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Pacific City, Oregon

A famous little family eatery where the seafood practically gets shuffled from the sea straight into your mouth. Soups and salads include many seafood specialties, including cioppino, chowders, crab Louie and cheese breads. Fish 'n' chips come w/ various fish. Seafood sandwiches with shrimp, tuna or crab, as well as burgers. Dinners like pan fried oysters, fillets of salmon or halibut, sautéed scallops.

Feed the seals! One of the oldest aquariums in the U.S. is here in Seaside, Oregon, right on the Promenade

Lincoln City’s only resort hotel built right on the beach with all oceanfront rooms - nestled against a rugged cliffside overlooking a soft, sandy beach. Dine in penthouse restaurant and bar, for casual meal or candlelight dinner. An array of seafood specialties, juicy steaks and other Northwest favorites, including decadent Sunday buffet. Rooms range from bedrooms to studios to 1-bedroom suites with microwaves and refrigerators to full kitchens. Also, wi-fi, spa, saunas, exercise room and year-round heated swimming pool. Kids will love the game room and easy beach access. Full-service conference/meeting rooms for that inspirational retreat; extensive wedding possibilities.

There will not be another property built like this in Cannon Beach in our lifetimes. Rare, premiere ocean front location; handsome, dramatic architecture and tasteful, fun (nostalgic) beach interiors. Overlooks Haystack Rock. 100 percent smoke free. Imaginative special occasion packages. Massive wood burning lobby fireplace. Library w/ fireplace, stocked with impressive book collection. Pet and family friendly. Lavish continental buffet breakfast. In-room fireplaces, mini-kitchens. Jacuzzi tubs in select rooms. DVD players, complimentary movies. Morning paper. Warm cookies.

Inn at Wecoma Lincoln City.  Sleek, modern design w some partial ocean views, balconies and fireplaces. Spacious guestrooms w/ microwave, refrigerator, coffeemaker, free continental breakfast.  Indoor pool and a hot tub. W-fi, fitness room, business center, and located within walking distance to finest restaurants. 867-sq-foot conference room for business meetings or large social events. Some pet friendly.

the finest in luxury condominium lodging. Every unit is focused on the beauty of the sea and the beach.

20 gorgeous homes sleep up to 18; doubled that with some side-by-side homes. Some pet friendly. Cottages to massive homes; new oceanfront to renovated historic beach houses. All over central coast w/ Lincoln City, Otter Rock, Boiler Bay and Nye Beach. Long list of features, including barbecues, large decks, antique furnishings, wood stoves, gas fireplaces, hardwood floors, Jacuzzis and hot tubs. Most have movies, music, books. Gift basket w/ goodies in each

Suites, duplex units, houses for 2-8 people. Close to everything. All units w/ kitchens; many have fireplaces, decks, jetted tubs. Robes, slippers, luxury bath amenities and more. Award-winning flowers. Featured on Travel Channel.

 

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Tsunami Debris Poses Varied Problems for Oregon Coast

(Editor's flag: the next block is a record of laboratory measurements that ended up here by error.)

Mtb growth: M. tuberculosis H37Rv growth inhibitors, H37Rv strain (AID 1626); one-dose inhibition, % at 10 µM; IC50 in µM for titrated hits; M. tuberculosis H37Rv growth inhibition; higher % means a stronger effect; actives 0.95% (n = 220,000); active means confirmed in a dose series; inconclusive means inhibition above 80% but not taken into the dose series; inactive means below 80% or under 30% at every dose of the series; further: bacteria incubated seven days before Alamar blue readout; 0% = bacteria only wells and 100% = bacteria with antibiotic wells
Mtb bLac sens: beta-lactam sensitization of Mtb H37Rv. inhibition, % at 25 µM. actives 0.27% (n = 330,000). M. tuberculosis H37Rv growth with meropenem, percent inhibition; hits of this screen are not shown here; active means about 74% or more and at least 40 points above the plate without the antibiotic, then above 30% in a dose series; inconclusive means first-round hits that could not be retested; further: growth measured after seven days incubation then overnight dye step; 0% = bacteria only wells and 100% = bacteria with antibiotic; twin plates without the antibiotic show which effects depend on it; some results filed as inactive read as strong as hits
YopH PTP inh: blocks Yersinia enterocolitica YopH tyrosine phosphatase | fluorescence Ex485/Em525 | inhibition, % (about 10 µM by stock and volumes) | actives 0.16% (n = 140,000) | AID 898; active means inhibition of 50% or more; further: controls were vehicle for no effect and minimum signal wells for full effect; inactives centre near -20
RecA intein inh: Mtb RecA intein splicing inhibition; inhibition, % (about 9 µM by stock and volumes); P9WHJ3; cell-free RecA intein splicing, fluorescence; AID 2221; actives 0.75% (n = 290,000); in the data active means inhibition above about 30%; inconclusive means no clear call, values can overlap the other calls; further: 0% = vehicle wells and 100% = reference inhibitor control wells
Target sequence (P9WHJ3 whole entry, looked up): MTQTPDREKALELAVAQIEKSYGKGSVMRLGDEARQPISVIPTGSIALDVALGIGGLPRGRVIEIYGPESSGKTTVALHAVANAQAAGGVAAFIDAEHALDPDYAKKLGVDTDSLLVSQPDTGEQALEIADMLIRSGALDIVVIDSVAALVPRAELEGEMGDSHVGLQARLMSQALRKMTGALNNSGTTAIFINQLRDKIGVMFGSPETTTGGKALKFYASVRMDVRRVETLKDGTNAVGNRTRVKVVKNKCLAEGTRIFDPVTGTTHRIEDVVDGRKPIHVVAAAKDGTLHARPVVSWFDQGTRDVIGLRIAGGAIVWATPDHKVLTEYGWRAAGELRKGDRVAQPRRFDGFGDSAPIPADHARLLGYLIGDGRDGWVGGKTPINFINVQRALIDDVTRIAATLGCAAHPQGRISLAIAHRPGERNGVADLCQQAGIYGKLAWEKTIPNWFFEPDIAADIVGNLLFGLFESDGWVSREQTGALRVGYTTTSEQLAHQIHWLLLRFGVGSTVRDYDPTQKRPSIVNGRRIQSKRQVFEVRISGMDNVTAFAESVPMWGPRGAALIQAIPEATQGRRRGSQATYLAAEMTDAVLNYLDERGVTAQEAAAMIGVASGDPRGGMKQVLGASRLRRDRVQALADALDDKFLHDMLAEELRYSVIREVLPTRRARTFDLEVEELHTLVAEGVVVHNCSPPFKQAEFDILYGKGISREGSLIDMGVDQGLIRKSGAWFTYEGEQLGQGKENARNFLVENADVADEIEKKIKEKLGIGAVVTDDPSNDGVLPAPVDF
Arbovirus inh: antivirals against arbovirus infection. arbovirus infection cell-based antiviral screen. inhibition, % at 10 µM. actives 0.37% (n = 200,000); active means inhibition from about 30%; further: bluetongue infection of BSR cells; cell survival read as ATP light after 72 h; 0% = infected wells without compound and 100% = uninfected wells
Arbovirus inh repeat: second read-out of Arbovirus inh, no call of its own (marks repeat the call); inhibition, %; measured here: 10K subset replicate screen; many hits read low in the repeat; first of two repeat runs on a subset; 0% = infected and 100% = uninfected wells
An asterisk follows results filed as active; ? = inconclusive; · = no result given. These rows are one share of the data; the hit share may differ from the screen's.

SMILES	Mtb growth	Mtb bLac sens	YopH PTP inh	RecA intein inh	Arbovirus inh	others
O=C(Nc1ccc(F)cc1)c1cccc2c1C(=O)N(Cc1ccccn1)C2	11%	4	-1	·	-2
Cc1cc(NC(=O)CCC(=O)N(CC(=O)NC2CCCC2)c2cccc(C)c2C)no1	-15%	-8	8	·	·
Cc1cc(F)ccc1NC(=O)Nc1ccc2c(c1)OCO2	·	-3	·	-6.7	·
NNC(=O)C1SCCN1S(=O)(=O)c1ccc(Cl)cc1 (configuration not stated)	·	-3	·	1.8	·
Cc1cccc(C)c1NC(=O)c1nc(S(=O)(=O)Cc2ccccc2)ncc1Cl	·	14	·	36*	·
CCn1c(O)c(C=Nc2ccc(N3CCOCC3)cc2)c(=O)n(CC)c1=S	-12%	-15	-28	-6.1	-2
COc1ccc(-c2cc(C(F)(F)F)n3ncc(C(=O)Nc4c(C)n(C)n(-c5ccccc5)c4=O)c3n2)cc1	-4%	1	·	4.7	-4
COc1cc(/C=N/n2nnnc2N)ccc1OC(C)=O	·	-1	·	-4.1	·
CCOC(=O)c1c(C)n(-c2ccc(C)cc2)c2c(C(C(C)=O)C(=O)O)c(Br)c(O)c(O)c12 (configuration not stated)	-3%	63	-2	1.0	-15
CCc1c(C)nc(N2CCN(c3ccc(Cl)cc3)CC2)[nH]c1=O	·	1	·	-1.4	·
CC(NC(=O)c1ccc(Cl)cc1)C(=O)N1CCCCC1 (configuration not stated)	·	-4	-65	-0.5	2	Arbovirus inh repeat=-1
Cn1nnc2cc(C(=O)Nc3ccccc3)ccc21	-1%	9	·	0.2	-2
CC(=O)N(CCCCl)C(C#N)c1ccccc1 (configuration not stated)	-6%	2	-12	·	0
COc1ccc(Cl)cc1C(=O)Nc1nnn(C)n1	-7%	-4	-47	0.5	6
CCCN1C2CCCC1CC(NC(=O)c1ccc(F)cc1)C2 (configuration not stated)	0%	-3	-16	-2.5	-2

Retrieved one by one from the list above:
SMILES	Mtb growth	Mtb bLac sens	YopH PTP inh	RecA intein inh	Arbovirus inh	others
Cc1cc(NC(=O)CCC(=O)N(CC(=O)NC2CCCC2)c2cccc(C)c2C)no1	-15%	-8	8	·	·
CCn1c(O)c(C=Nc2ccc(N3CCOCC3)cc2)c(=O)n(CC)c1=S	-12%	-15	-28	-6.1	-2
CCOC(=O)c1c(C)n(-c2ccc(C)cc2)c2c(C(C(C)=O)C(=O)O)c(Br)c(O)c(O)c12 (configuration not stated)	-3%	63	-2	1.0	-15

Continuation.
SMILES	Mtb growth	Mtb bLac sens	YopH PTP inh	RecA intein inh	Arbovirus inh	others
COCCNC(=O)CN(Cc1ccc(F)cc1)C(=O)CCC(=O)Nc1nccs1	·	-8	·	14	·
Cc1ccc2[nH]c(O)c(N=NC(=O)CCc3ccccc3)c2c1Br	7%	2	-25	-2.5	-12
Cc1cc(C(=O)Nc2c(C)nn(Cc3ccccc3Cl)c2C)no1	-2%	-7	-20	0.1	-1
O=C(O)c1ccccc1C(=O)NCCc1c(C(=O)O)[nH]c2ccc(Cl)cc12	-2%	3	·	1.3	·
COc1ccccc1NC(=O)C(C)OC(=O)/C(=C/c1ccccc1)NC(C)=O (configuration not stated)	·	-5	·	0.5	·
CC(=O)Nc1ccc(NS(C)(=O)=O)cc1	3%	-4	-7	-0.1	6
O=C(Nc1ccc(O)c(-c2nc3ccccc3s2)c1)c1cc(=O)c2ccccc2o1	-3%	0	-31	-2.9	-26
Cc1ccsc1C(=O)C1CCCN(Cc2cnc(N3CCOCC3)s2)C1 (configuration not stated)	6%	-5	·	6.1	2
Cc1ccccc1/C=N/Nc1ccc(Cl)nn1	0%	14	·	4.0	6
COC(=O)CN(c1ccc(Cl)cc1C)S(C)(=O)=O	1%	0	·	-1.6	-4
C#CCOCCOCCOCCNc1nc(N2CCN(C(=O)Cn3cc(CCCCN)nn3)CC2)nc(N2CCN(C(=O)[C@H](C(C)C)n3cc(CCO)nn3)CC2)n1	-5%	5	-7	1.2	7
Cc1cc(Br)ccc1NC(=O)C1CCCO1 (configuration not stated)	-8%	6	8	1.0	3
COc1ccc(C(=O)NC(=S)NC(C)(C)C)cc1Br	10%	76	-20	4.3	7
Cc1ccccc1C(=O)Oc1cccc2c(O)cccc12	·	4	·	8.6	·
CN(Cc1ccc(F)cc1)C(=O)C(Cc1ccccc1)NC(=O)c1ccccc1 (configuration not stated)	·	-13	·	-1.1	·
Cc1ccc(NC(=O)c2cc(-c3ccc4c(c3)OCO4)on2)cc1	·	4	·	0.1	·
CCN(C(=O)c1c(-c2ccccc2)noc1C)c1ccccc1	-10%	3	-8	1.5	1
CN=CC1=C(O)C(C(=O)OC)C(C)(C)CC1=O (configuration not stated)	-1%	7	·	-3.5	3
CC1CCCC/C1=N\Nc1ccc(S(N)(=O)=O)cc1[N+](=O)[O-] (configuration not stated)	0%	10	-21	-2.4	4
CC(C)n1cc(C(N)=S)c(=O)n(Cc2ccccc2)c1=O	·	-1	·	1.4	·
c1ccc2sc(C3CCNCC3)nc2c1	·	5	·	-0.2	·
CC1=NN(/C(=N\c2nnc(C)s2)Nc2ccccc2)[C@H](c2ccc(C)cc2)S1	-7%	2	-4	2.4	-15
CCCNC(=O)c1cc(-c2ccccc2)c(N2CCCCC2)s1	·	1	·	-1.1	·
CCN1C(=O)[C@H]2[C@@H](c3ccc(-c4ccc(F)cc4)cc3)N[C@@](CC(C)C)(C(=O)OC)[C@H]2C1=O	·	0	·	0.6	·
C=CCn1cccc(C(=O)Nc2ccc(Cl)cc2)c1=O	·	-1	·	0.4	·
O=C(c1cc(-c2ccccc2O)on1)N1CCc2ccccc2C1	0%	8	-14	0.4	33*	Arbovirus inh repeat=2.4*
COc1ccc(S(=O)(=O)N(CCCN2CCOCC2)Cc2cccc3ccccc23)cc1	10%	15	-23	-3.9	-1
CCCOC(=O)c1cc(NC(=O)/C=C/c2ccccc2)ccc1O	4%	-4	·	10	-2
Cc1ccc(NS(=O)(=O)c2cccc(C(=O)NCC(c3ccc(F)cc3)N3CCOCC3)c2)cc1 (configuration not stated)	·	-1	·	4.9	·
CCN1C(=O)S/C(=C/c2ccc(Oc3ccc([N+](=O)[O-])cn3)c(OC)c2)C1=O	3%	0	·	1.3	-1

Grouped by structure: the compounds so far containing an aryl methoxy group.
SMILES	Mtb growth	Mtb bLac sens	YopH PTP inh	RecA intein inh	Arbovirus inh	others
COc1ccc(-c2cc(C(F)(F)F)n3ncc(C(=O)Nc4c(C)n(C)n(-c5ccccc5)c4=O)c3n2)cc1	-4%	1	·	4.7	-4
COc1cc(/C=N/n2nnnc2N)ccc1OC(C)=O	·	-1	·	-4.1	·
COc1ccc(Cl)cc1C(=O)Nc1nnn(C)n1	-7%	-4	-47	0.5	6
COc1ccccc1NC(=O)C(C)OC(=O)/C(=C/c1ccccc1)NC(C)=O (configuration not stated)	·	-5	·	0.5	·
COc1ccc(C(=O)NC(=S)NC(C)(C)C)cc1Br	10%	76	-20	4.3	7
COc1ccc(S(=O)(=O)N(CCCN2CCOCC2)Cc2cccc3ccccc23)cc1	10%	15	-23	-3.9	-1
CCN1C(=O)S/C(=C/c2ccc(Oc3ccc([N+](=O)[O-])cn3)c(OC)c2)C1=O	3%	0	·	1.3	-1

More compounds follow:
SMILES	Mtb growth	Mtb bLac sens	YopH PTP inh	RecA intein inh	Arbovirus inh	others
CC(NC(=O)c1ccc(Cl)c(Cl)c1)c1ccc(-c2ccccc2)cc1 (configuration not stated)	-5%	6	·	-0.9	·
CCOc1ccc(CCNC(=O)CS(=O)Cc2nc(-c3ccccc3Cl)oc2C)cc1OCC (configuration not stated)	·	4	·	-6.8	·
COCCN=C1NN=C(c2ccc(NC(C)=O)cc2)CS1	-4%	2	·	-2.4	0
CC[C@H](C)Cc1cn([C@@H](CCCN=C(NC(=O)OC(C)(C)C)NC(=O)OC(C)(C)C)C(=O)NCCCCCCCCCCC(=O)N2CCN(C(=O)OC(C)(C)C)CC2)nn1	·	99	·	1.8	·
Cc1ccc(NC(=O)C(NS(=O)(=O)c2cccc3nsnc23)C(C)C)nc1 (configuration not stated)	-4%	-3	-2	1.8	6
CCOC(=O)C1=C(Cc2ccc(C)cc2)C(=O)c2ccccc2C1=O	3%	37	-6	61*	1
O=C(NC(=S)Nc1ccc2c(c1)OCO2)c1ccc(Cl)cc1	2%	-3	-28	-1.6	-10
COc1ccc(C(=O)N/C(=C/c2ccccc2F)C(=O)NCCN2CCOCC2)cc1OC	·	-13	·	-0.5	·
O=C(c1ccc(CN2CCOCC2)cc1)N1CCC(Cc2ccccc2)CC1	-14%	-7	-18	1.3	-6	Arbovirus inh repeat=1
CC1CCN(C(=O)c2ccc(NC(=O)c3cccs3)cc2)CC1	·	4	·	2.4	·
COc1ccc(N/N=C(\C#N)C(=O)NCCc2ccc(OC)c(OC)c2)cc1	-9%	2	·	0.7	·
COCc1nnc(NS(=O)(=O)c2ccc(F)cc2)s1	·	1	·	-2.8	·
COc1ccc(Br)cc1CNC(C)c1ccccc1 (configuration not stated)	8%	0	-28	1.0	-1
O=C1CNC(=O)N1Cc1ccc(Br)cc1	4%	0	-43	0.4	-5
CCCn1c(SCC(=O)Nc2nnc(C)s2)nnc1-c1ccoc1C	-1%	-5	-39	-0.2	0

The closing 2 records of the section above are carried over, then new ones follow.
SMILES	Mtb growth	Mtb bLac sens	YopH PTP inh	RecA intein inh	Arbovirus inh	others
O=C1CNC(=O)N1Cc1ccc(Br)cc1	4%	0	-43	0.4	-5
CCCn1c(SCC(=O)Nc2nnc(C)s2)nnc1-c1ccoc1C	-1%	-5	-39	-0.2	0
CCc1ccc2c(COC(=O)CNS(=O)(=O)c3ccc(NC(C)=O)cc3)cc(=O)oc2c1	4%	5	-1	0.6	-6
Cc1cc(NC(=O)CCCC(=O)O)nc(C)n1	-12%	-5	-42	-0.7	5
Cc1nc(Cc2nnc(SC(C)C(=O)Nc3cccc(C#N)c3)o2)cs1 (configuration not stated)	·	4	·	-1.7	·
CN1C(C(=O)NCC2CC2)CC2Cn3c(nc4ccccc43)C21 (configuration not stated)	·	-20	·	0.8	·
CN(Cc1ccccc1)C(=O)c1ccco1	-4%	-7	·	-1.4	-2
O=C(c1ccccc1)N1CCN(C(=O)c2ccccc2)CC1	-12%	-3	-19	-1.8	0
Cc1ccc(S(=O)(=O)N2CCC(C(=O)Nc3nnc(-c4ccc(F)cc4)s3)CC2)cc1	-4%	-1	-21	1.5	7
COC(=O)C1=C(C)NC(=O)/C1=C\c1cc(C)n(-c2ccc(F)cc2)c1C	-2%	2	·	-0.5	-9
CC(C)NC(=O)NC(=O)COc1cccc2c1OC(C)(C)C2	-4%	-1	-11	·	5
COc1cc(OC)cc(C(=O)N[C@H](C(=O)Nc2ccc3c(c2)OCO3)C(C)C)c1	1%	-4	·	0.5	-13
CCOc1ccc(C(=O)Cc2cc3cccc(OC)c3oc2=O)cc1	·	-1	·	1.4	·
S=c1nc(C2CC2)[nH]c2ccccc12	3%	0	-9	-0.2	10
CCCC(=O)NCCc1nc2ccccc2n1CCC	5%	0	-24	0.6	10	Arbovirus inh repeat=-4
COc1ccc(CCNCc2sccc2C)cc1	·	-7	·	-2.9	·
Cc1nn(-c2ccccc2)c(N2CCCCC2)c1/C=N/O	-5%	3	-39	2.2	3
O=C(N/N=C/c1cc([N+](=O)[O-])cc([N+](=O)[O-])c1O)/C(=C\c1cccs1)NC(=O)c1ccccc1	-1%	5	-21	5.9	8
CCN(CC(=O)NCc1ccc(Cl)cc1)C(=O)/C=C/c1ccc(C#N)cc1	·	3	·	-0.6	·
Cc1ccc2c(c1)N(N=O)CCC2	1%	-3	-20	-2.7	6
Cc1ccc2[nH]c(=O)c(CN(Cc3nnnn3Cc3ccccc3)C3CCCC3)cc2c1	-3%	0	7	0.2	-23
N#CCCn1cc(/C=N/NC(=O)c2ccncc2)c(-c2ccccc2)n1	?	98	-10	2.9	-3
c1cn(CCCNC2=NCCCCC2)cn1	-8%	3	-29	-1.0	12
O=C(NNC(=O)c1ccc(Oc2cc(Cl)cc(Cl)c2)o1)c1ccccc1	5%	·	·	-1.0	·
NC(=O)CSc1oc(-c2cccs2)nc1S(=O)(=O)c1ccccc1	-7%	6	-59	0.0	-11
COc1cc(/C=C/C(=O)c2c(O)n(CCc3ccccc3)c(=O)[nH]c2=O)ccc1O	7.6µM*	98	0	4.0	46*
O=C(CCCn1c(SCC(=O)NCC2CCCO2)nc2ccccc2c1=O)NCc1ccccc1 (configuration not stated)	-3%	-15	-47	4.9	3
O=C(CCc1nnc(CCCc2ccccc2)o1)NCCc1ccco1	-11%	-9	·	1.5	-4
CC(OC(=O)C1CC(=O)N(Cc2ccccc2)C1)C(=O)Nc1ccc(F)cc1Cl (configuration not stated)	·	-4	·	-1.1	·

Published 06/06/2012

(Oregon Coast) – The Japanese dock that landed at Agate Beach on the central Oregon coast is posing a host of dilemmas for state officials and experts, and it may be a sign that ridiculously large objects could make landfall again. (Above: close-up of the dock)

Early Wednesday, it was determined that the 66-foot-long dock that showed up in Newport this week did indeed come from the tsunami in Japan last year. Now it poses a long series of problems for officials as they wonder how to get rid of it, the cost and more.

Is this a sign that the floodgates have opened for the much-discussed tsunami debris arriving here? Is this a harbinger of how big some of the debris will be? What will be the costs involved? And then there's the lingering question of “Is there a bit too much media sensationalism regarding the tsunami debris?”

Charlie Plybon, Oregon Field Manager for the Surfrider Foundation, said that this dock from Misawa, Japan, currently on a Newport beach may or may not be an indication that more large items will wash up on on the Oregon coast. The signs are beginning to point to “yes” on that issue, but there are still some bigger factors here that could explain what's happening and how quickly it's happened.

The boat found offshore of Canada earlier this year, for example, is enormous – but it's buoyant. Plybon said both the boat and the dock stayed afloat and were large, so the wind could easily push them along.

“So they moved a bit faster and got here a little earlier,” Plybon said. “It means we could see some of the larger items earlier if they have that wind power behind them, rather than seeing them later.”

Most heavier objects will be seen on the Oregon coast later, however, Plybon believes.

“This is definitely the biggest deal we've had to get off the beach,” Plybon said of the dock. “And it's going to be expensive.”

Plastic debris in Manzanita - but not tsunami debris.

Plybon estimated it would take thousands of dollars to demolish the dock, which is made of steel and concrete. Another option is to tow the thing back out to sea, but that too will be expensive.

Plybon admits that if larger stuff like this dock washes onshore on a regular basis, disposal cost alone could seriously test state resources. One of the possibilities Surfrider and state agencies have been looking into is volunteers, not unlike the SOLVE beach clean-ups. This could help offset some costs, but not necessarily in the disposal of a large object like the Misawa dock, which will require highly trained experts.